Jay-Z @ The O2 Arena, London

Ranked as one of the most successful rappers of all time, you’d be hard pushed to have not heard of Shawn Corey Carter, AKA Jay-Z, after his countless years of success within the hip hop industry. Becoming a record producer and entrepreneur has lead Jay-Z to become one of the most financially successful hip-hop artists in America, yet his recent tour could replicate that of a start-up musician.

Jay-Z’s performance at the O2 screamed simplicity and humbleness, with him arriving at his set by taking the not-so-glamorous tube. Hitting the stage at the O2 Arena for the last leg of his Magna Carter Holy Grail tour within the UK before heading over to mainland Europe, Jay-Z strolled onto the stage (a little later than expected) to greet some 20,000 screaming fans whilst performing the intro to Higher. The stage was set simply, with a minimalistic white floor and two large screens placed either side showing CCTV images of the show. “Big Pimpin’” saw the screens flair up with images of the armless Venus de Milo, lighting up the arena and showing off Jay-Z’s cultural tastes.

Rumours of Timbaland supporting seemed to be just chitchat, until Jay-Z introduced the big-time producer, who stood high up on decks alongside Jay-Z’s band, whilst Chris Martin still remained to be unseen. Wearing a suave black t-shirt/jeans combo complimented with a chunky chain and flat cap, HOV turned the sombre atmosphere buzzing in an instant. Blending a combination of new tracks and old classics, the set list jumped from “On to the Next One” to new hit “Holy Grail,” keeping the crowd on their toes.

His new tracks received the same standard of reception as his classics, with his Magna Cater Holy Grail album being Jay-Z’s first official number one album in the UK. The crazy beats, skits and raps kept the crowd on their feet throwing their diamond shapes in the air. Starting up “N****s in Paris,” Jay-Z seemed less enthused than what you would expect from such a big hit, until he halted the music and demanded for circles to appear in the standing section of the arena. The track started up again as the circles turned into mini mosh pits before the crowd appeared to again take on the shape of a can of wriggling worms, jumping in unison to the beat.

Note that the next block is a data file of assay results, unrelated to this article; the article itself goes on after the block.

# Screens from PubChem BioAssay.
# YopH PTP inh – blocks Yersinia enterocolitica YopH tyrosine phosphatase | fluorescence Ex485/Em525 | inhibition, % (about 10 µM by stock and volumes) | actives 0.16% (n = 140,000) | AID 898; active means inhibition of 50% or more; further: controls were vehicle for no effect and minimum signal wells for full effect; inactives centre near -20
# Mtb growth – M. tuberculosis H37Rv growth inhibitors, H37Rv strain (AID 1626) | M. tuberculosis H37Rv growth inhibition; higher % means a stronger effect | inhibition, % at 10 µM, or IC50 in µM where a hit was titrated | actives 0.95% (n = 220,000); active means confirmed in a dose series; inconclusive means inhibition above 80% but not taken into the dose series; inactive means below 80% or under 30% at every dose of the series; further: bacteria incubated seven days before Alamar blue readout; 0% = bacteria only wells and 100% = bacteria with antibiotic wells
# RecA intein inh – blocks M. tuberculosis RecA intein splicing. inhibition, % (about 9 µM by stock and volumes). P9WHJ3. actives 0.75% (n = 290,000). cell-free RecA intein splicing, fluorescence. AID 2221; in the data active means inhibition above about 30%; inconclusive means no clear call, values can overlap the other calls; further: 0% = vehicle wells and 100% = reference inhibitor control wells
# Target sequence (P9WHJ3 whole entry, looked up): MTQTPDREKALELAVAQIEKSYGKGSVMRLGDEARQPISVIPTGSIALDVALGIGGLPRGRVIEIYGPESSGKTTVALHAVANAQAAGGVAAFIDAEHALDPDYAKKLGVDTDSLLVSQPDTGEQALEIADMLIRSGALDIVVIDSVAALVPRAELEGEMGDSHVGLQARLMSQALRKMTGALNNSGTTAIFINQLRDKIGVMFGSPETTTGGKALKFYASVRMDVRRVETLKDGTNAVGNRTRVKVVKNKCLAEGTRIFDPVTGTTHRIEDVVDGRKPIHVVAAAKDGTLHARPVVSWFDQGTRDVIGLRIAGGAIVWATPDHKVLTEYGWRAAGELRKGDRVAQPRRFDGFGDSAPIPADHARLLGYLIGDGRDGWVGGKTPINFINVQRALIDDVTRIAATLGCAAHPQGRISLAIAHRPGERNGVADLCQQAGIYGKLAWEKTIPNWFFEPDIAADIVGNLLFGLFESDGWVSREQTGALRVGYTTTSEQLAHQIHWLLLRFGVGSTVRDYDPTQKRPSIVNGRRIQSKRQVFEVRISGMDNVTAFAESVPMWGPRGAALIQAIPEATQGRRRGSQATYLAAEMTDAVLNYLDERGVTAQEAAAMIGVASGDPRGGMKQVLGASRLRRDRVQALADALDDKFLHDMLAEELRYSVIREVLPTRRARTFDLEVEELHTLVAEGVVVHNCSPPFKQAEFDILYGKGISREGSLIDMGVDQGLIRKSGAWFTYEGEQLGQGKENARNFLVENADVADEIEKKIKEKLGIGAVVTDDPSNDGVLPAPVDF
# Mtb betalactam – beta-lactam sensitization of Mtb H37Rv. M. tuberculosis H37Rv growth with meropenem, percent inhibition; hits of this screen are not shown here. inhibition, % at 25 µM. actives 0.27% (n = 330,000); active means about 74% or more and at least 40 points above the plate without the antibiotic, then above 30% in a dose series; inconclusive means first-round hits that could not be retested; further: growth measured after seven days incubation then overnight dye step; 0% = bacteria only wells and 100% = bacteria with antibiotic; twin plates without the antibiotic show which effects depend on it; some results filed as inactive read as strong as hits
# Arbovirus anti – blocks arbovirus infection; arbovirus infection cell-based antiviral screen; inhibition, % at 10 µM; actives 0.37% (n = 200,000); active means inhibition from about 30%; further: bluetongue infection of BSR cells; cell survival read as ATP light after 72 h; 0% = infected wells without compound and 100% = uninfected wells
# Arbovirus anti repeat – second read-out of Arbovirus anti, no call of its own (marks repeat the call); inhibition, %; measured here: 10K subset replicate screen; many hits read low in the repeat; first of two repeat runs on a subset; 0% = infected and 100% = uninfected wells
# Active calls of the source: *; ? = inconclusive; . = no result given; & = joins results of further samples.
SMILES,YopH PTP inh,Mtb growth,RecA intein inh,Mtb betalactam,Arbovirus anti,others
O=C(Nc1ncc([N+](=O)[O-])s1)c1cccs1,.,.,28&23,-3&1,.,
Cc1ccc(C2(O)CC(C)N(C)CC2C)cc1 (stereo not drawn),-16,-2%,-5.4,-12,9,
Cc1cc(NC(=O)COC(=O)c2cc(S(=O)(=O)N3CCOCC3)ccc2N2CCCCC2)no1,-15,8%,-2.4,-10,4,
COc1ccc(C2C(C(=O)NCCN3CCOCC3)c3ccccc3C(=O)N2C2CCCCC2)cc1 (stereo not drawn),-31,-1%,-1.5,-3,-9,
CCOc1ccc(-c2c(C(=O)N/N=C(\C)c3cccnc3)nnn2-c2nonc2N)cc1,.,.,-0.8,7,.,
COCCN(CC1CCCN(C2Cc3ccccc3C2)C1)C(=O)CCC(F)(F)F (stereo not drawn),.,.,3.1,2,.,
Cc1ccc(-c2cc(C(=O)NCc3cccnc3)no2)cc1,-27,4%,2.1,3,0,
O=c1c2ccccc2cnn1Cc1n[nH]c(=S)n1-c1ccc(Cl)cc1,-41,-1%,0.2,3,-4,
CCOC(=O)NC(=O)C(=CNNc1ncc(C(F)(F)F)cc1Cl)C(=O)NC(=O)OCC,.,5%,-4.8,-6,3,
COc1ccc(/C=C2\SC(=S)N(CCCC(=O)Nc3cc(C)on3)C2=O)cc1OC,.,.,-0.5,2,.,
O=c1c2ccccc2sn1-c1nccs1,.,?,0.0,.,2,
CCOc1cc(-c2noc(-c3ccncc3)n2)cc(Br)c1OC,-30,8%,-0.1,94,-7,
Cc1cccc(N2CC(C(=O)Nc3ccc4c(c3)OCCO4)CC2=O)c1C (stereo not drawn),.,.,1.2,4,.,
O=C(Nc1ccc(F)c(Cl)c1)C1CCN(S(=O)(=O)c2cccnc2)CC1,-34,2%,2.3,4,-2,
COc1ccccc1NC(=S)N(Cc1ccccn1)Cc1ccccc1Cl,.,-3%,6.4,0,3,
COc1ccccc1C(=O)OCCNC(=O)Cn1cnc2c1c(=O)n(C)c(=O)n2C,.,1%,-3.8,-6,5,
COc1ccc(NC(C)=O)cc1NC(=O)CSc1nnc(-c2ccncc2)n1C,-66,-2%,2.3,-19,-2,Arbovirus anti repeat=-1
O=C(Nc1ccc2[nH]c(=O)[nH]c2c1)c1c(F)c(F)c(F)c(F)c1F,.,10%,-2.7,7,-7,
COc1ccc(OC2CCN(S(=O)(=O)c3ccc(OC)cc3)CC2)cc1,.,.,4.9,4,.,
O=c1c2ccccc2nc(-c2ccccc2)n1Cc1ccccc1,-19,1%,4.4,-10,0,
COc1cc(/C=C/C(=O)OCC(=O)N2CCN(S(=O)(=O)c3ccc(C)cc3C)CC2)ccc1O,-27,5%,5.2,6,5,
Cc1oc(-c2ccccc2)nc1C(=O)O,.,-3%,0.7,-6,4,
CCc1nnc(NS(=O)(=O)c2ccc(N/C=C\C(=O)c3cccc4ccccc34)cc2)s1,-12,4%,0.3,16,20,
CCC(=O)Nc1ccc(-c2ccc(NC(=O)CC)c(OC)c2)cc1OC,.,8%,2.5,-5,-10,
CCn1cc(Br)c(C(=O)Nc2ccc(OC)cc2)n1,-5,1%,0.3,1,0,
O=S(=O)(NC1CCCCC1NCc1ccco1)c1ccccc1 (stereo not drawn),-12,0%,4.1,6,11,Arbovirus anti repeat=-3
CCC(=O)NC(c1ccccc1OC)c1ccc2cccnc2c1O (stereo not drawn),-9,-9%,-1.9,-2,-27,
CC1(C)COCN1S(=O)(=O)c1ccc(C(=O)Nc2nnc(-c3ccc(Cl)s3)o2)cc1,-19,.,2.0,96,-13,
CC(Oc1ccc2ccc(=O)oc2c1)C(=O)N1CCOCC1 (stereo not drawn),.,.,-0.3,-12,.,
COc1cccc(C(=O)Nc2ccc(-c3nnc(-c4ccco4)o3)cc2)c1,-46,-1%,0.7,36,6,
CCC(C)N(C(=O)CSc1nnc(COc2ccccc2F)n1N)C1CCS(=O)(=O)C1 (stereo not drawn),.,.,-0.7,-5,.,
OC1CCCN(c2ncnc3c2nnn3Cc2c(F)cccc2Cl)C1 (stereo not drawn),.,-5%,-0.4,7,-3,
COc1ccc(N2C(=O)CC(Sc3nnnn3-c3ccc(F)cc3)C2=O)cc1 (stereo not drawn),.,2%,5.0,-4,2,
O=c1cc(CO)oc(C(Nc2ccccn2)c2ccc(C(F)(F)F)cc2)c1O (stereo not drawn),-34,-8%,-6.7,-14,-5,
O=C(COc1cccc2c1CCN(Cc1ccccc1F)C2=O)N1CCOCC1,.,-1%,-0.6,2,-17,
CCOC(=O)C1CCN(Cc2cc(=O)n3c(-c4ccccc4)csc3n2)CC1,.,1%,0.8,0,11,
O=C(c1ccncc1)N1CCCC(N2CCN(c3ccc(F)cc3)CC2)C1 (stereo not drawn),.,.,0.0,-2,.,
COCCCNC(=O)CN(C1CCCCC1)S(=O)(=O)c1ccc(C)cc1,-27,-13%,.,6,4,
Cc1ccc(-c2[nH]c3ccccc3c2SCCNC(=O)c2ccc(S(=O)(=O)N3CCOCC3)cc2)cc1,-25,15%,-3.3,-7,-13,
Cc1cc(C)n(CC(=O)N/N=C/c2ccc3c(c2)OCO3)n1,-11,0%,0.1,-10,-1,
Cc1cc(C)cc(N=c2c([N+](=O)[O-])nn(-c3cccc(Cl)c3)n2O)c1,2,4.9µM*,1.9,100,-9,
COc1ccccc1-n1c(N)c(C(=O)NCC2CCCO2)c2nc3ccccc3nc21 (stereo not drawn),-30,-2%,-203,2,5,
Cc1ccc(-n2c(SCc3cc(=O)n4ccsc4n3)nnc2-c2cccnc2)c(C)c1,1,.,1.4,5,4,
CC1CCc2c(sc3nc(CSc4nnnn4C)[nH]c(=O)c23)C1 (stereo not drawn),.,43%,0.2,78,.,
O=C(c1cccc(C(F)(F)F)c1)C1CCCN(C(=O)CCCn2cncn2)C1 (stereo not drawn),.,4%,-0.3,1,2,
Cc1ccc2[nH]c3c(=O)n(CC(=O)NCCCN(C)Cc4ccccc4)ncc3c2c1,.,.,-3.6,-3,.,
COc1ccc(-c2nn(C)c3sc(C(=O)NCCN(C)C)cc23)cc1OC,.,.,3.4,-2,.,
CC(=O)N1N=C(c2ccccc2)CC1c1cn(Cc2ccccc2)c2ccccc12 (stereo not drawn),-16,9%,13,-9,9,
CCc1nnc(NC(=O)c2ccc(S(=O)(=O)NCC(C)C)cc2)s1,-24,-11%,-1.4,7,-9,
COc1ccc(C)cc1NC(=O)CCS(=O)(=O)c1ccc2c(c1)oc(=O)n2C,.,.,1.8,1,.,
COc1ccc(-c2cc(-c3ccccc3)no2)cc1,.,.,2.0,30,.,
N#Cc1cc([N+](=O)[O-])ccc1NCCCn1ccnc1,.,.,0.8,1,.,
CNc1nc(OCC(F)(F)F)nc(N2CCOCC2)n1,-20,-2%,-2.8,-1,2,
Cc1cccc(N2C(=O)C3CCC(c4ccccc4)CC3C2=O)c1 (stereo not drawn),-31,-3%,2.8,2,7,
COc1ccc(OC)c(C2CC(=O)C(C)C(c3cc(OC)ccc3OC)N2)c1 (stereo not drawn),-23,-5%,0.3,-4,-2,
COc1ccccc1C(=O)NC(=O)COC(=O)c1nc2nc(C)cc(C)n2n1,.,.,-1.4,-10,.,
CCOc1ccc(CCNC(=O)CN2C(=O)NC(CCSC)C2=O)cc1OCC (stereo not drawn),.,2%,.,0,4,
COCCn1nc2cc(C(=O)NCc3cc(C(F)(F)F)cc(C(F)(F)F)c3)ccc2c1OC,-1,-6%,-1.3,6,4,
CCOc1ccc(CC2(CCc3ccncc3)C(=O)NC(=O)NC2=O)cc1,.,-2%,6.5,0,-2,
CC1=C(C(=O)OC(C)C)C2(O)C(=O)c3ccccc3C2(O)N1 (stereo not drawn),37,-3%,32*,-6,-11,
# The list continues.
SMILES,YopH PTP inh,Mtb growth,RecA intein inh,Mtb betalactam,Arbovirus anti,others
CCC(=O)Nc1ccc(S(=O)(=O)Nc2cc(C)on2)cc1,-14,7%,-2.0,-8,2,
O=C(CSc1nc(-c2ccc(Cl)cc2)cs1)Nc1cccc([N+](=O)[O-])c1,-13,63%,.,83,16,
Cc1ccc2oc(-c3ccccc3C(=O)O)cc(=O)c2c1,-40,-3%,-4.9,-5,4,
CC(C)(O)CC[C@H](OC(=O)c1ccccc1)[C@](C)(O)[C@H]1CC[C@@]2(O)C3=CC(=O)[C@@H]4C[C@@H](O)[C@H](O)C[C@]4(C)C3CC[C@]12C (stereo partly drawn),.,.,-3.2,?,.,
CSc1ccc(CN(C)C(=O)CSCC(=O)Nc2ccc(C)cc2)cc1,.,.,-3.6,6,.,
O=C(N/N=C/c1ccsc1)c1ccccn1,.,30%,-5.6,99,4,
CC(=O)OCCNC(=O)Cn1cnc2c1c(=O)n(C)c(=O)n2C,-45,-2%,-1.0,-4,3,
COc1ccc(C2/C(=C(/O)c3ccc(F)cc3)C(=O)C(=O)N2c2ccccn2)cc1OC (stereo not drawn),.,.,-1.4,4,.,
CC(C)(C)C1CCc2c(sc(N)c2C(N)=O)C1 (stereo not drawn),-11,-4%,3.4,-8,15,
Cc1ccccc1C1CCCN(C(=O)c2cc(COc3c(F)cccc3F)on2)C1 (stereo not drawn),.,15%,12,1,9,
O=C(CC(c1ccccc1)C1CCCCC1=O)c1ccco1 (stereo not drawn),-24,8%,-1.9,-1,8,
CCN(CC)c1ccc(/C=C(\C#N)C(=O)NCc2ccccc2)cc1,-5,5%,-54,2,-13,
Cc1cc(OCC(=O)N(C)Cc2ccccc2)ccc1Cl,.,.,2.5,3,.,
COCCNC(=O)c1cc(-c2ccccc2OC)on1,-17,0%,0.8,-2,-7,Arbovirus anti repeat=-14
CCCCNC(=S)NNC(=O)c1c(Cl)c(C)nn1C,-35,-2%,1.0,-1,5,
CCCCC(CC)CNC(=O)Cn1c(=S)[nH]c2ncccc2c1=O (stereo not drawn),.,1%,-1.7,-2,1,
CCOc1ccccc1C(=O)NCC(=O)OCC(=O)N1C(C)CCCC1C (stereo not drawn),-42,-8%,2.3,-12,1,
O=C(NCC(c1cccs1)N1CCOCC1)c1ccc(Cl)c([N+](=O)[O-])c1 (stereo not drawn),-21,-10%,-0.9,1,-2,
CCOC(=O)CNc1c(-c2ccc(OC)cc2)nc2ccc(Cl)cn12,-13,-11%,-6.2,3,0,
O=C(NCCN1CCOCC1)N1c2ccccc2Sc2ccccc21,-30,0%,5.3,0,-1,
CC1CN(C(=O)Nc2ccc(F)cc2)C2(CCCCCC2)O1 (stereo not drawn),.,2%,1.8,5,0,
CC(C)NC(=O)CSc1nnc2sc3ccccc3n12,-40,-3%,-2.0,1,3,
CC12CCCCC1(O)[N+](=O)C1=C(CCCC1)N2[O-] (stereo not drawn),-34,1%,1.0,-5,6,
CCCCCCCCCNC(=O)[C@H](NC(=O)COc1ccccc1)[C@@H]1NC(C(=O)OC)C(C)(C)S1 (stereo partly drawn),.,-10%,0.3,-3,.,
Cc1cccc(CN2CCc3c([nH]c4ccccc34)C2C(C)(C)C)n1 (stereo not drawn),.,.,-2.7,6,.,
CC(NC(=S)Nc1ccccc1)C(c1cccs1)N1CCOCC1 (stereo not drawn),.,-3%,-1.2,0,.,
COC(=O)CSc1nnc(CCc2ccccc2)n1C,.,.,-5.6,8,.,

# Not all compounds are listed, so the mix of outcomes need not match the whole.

An intermission broke out which saw Timbaland take on centre stage for ten minutes of looping and DJing. With treats including the likes of Justin Timberlake’s “Cry Me a River” and music from the producer’s new album, the set somewhat tamed the crowd, or simply lowered the mood. Whilst some seemed to thrive on the opportunity of catching a glimpse of the DJ in action, others seemed disappointed that time was being spent listening to spun tracks; I was one of the latter.

After returning to the stage to spin out a few gems including “Clique” and “Run This Town,” Jay-Z re-returned to rap “Encore” before closing the night off with individual thanks and messages to fans in the crowd. People were selected at random and complimented on their t-shirts, enthusiasm and posters. Whilst one girl was lucky enough to have her resume handed to the rapper on stage in the hope of employment by Rockafella (the letter was too long and was shortly pushed aside as Jay-Z continued to praise the fans). The final song chosen to bid the crowd good night was “Young Forever;” one that proved to be a controversial choice to the crowd expecting more of an iconic smash hit to finish things with a bang.

The 43 year-old performed as well as he did ten years ago, whilst ensuring the crowd that his self-confidence was no reflection on how honoured and modest he feels each time he walks out on the stage.

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